So, I was asked by a friend to write about Religion in RPGs. My main issue is that, most religions in major Fantasy Table Top RPGs seem to fall into this... broad pantheist pantheon similar to Greek and Norse gods. And it always seems everyone believes in all of these gods and just chooses their favorite, or whichever is in charge of their species.
It’s kind of a punch in my verisimilitude. Religion doesn’t work that way in real life. My friends who are pagan don’t believe in the same God as my Christian friends, and then some of my Christian friends believe that their God is the same as Muslims’ and others don’t. My Buddhist friends eat meat, and my agnostic friends don’t eat pork. Religion and being religious is complicated and varied.
I know what some of you are thinking, “That’s way too hard and complicated, I can cut/copy/paste a pantheist pantheon and call it a day.” Sure. No need to stress yourself if this is a subject you’re eight-hundred percent sure won’t be a major factor. But for me having “Human Religions”, “Elf Religions”, and “Orc Religions” feels about as weird as having race-specific languages (which I’ll write on later).
People talk, and faiths proselytize. A relative dies and we’re left asking “what now?”. A friend has a near death experience in battle and says “where will I go?”. Someone breaks their dogma in the name of love and asks “did I really believe?”. Someone loses an argument. Someone realizes that their doctrine hurts others. Someone sees a miracle.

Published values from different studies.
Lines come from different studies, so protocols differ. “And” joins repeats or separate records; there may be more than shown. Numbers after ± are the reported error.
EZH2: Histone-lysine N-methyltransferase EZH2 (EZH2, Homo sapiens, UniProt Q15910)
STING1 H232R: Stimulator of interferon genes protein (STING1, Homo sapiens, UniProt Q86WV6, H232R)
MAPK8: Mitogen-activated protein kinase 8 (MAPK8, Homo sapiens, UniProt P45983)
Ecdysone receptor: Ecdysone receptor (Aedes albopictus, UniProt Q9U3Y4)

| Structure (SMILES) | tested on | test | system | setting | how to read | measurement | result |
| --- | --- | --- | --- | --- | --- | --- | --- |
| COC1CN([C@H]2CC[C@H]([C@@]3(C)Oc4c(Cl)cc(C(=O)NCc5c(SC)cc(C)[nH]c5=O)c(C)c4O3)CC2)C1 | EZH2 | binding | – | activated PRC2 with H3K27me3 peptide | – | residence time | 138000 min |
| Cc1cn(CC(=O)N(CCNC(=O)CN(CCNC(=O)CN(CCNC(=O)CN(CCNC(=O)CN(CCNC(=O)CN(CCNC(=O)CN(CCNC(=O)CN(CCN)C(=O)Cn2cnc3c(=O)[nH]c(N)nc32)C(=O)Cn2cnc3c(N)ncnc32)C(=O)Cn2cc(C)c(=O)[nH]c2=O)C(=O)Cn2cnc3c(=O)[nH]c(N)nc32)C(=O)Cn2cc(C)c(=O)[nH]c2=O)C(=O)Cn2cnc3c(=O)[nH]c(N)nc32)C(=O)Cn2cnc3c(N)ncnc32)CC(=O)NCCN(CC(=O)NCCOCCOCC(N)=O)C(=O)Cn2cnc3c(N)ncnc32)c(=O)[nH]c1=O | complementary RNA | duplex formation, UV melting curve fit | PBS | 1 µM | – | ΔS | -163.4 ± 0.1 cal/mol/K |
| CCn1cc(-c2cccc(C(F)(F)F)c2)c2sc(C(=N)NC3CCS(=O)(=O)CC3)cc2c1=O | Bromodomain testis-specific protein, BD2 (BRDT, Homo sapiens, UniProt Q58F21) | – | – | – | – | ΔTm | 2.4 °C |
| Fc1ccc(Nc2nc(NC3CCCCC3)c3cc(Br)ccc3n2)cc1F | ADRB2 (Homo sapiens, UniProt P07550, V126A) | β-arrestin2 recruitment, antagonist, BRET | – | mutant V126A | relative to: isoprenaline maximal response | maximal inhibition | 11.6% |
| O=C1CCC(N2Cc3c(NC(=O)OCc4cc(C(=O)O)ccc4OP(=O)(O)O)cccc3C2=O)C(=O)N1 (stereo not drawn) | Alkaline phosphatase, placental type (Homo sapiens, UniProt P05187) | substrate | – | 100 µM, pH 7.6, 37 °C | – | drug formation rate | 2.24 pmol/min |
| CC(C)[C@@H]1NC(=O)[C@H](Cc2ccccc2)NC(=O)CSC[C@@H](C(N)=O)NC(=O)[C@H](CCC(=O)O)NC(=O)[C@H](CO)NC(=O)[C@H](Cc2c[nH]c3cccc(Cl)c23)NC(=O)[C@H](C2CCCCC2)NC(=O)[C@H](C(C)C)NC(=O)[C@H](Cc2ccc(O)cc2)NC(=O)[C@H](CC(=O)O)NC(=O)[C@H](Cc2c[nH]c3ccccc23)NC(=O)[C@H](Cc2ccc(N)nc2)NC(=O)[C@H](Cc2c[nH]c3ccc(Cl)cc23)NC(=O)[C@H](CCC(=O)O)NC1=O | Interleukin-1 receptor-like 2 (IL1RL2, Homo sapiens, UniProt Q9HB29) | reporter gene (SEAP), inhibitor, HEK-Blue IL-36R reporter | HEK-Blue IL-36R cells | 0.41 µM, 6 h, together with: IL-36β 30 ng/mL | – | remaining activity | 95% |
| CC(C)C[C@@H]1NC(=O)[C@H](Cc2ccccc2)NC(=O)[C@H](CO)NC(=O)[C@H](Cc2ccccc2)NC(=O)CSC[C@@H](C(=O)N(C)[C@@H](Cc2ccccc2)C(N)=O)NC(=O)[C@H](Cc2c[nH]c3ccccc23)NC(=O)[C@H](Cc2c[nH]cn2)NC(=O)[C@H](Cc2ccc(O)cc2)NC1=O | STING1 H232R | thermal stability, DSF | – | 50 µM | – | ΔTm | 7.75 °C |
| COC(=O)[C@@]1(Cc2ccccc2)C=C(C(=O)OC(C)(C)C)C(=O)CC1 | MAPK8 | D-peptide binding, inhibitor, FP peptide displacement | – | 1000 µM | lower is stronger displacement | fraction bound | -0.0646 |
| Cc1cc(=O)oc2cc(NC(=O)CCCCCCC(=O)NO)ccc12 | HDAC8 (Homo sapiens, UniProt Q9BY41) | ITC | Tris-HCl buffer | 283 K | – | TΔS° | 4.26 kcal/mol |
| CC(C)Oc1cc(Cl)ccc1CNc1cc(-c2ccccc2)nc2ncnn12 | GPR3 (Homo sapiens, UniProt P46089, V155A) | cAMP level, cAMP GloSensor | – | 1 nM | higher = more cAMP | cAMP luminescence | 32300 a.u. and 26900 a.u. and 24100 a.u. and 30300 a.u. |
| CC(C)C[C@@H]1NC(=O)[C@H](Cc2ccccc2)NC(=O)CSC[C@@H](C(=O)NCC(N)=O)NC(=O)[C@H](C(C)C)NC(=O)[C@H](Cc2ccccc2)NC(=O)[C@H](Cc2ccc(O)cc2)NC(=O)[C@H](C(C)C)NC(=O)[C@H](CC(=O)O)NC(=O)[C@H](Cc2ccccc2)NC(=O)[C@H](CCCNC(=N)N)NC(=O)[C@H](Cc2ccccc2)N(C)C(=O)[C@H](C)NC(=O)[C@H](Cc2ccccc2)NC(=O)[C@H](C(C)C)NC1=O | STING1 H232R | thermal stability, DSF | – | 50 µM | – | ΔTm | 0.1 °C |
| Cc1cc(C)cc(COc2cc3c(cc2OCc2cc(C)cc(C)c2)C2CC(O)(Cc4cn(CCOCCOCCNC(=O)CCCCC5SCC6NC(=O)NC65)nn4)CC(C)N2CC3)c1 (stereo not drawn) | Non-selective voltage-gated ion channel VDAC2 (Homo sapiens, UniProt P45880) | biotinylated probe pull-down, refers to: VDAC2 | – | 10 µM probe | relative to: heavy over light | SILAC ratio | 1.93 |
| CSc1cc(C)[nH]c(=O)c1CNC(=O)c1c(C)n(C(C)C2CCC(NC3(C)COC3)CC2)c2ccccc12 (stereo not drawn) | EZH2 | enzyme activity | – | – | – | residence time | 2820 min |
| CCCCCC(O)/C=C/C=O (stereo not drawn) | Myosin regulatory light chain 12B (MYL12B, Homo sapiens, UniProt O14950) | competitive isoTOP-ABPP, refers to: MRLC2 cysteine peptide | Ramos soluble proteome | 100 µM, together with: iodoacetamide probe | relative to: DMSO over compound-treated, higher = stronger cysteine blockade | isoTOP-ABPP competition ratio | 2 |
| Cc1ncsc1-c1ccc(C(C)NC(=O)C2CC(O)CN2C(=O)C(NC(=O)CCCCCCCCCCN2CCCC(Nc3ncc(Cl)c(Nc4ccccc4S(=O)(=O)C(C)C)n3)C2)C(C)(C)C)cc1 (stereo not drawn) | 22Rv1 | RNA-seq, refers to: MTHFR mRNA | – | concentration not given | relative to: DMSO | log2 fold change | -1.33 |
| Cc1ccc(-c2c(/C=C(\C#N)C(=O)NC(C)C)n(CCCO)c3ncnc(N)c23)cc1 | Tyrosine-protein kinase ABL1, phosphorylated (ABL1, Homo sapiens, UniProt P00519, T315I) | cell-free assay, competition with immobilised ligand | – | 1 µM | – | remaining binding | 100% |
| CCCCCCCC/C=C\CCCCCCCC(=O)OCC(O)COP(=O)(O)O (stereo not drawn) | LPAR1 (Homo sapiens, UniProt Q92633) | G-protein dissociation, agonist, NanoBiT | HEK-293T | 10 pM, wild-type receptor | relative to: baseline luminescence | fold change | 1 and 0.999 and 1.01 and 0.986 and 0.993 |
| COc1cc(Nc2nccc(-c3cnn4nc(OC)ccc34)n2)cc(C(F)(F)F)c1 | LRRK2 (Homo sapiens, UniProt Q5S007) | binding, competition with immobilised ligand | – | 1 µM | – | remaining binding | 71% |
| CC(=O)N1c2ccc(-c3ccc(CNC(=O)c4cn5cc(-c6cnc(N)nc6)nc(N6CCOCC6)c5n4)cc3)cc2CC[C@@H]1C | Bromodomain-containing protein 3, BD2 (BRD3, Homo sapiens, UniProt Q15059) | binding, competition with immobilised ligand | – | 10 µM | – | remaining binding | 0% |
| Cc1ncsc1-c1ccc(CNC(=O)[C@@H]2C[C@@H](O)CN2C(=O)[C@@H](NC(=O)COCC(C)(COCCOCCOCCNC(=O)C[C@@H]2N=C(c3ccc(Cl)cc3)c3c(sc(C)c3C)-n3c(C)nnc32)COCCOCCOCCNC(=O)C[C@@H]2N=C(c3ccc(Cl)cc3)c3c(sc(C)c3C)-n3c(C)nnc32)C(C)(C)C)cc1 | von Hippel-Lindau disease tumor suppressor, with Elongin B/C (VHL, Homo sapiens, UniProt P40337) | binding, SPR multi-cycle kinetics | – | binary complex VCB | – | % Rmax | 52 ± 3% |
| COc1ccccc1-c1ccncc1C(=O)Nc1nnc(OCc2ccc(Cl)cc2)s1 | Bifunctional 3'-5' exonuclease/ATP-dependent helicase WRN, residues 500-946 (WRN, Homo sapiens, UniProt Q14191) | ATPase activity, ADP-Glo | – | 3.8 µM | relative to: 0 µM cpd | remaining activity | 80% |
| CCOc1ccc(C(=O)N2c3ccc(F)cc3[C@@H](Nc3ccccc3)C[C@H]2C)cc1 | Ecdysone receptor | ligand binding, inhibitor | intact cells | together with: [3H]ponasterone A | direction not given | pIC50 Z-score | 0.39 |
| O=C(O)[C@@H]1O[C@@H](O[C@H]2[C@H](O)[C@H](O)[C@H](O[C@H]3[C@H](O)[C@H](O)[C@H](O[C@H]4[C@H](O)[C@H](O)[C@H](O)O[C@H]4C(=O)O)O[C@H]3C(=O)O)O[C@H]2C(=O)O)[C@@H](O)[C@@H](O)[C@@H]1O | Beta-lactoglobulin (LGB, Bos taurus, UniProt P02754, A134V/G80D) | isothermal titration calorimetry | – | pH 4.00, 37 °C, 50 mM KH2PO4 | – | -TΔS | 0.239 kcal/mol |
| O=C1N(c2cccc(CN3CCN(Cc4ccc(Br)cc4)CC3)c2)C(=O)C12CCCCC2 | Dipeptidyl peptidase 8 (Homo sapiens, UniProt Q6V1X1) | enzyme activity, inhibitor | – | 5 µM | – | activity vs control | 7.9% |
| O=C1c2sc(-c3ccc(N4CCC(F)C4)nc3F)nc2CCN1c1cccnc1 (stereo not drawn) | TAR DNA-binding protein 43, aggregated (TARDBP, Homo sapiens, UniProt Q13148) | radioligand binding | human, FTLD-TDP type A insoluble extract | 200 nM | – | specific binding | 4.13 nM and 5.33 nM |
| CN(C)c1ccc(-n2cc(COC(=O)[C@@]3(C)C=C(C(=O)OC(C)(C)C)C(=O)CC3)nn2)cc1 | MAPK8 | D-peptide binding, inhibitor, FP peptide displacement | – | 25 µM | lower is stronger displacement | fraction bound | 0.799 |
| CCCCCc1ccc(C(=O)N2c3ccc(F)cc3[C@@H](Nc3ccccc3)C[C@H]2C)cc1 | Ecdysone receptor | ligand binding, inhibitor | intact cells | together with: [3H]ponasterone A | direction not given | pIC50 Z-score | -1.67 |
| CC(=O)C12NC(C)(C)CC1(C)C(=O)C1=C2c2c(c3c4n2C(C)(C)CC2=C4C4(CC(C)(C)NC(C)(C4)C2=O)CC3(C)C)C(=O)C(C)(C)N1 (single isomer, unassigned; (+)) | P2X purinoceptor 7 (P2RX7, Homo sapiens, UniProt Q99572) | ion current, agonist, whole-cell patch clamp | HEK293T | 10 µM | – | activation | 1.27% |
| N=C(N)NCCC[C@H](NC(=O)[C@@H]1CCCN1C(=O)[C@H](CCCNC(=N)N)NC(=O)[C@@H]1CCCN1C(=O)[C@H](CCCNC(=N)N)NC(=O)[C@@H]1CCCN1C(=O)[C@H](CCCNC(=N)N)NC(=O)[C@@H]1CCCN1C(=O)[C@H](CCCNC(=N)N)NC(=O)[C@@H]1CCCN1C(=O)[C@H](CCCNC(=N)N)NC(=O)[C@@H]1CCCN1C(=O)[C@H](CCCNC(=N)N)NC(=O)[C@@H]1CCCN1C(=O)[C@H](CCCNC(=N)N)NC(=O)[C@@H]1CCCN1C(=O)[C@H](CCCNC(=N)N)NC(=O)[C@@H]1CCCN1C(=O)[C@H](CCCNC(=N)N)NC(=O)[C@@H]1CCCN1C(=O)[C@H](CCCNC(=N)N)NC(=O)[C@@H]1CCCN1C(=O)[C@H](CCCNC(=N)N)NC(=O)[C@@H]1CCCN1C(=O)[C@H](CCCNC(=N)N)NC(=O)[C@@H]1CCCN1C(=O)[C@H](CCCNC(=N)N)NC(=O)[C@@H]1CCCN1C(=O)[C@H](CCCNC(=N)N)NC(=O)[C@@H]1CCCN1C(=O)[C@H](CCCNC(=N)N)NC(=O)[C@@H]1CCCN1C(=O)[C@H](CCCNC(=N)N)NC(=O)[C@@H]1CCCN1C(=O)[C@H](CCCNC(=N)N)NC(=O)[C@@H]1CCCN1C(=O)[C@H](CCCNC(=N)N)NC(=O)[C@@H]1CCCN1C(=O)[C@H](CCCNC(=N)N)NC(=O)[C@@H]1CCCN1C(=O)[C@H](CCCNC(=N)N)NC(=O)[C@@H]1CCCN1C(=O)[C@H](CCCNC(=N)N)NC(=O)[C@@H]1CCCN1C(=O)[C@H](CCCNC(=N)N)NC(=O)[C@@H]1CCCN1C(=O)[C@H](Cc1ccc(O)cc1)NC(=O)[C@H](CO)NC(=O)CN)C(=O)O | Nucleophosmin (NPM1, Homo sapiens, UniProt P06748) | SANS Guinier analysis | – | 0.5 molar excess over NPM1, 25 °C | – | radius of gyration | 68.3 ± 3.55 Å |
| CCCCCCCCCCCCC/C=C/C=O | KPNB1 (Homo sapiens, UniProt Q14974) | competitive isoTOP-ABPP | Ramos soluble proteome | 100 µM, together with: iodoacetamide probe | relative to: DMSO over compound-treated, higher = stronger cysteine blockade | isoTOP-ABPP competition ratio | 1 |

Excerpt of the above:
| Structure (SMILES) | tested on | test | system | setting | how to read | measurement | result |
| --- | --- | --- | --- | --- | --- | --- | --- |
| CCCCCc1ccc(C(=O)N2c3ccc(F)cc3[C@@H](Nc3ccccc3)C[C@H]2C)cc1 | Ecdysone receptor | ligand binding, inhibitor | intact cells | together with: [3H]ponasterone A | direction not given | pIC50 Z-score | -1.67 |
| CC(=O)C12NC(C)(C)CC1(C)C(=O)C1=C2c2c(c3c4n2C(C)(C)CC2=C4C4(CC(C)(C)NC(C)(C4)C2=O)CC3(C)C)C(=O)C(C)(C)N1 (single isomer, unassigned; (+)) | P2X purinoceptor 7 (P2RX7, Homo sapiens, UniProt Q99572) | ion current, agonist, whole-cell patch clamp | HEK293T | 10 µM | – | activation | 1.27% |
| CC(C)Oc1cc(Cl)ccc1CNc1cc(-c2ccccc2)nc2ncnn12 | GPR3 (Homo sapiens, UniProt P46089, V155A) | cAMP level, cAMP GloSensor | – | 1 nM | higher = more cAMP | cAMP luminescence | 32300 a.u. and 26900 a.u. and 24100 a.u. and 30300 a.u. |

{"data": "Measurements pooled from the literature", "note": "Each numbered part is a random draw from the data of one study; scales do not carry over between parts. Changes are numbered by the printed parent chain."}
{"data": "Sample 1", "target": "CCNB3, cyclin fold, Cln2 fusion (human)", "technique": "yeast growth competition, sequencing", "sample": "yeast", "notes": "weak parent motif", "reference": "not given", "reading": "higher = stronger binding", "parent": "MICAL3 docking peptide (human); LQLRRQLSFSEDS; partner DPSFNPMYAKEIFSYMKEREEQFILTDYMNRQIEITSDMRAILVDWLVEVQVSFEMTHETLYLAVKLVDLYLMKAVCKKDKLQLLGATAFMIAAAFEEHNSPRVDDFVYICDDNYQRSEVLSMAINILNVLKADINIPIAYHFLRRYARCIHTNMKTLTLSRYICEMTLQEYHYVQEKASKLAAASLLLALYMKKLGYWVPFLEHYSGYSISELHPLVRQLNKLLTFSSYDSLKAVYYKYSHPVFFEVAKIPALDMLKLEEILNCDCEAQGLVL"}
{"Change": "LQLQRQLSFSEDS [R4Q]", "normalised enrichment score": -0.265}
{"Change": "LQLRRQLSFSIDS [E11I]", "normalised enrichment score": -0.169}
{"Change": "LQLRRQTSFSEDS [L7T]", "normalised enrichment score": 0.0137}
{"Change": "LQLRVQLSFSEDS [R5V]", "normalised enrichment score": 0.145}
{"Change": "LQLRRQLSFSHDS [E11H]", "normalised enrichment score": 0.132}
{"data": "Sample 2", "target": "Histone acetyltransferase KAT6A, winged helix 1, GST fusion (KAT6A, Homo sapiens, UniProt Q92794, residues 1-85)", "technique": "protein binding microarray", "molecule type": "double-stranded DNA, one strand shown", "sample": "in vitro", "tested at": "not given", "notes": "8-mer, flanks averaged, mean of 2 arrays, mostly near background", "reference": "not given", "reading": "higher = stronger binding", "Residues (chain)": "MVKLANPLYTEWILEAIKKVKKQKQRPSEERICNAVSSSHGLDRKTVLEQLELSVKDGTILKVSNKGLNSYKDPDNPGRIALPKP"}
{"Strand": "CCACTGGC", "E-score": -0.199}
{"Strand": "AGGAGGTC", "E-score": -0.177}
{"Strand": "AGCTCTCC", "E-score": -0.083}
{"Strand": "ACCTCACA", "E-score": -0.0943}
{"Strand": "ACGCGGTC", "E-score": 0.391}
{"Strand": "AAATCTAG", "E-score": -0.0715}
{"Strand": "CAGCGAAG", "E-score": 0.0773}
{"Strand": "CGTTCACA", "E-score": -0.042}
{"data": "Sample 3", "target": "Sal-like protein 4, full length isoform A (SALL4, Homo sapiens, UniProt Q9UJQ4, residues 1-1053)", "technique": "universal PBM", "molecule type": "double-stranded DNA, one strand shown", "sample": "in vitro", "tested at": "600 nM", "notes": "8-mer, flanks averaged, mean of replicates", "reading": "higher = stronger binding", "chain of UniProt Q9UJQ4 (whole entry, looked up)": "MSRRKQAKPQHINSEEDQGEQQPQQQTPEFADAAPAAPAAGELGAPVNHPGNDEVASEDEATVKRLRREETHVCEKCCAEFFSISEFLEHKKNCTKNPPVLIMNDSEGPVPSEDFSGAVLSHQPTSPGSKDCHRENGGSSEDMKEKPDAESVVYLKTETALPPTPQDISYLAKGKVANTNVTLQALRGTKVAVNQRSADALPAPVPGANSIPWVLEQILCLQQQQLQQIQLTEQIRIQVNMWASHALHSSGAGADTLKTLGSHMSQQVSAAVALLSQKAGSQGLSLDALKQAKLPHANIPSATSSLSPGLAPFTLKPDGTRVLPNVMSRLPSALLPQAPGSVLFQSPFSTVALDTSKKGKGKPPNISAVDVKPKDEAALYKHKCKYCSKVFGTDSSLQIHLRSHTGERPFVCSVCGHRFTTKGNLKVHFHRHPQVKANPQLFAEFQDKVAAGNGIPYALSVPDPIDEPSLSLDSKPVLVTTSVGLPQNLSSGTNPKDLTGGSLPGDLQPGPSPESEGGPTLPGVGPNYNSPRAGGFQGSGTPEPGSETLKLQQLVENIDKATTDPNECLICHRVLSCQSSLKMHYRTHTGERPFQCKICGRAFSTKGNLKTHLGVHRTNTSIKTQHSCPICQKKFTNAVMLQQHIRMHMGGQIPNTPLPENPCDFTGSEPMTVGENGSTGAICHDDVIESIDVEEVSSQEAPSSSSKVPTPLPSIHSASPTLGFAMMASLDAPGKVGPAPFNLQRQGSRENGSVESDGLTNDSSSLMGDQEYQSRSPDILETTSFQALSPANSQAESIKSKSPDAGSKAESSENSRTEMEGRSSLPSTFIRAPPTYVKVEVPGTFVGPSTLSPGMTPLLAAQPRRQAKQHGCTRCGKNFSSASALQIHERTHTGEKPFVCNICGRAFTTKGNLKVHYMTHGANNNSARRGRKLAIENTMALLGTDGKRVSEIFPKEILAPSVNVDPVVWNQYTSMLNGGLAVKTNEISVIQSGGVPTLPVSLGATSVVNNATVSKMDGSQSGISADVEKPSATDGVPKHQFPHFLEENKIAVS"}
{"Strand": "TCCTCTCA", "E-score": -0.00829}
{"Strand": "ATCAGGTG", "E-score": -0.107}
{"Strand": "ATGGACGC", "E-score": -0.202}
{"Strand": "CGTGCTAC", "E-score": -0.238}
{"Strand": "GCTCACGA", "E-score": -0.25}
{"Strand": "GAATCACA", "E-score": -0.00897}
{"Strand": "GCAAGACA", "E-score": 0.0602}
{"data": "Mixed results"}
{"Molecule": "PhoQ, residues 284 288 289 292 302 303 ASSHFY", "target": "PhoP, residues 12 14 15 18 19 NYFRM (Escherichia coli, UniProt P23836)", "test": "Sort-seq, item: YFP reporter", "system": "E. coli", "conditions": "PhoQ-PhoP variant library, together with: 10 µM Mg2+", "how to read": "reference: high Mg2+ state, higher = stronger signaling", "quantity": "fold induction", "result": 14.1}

This is vastly more complicated by the fact that, in Fantasy RPGs divine intervention is a very real thing, and the forces of both Good and Evil with capital letters is readily apparent in their divine and infernal agents. You cannot say “Your God is a false-god, Ben-hur!” when Ben-hur’s God literally steps down to punch you in the mouth.
And then the scene is further complicated by the fact that gods are monsters, and not just posited by the excellent “Revelations of the Mononoke Hime” by Mastered by Marquis. The original game itself encourages such by giving them stat-blocks, a trait belonging to characters and monsters. Modern incarnations give them more vague statistical information, but it is still there. And it isn’t like people fighting with God or gods isn’t a story we don’t tell: The Odyssey and Evangelion both tell that kind of story in very different ways.
For my home-brew world, I want a variance of religions and religious beliefs. I’m not gonna worry about how the Monothiest god of religion A interacts with the Pantheon of Coastal Region B. Not yet anyways. But I am gonna come up with 5 or so religions for my world, and see what sticks.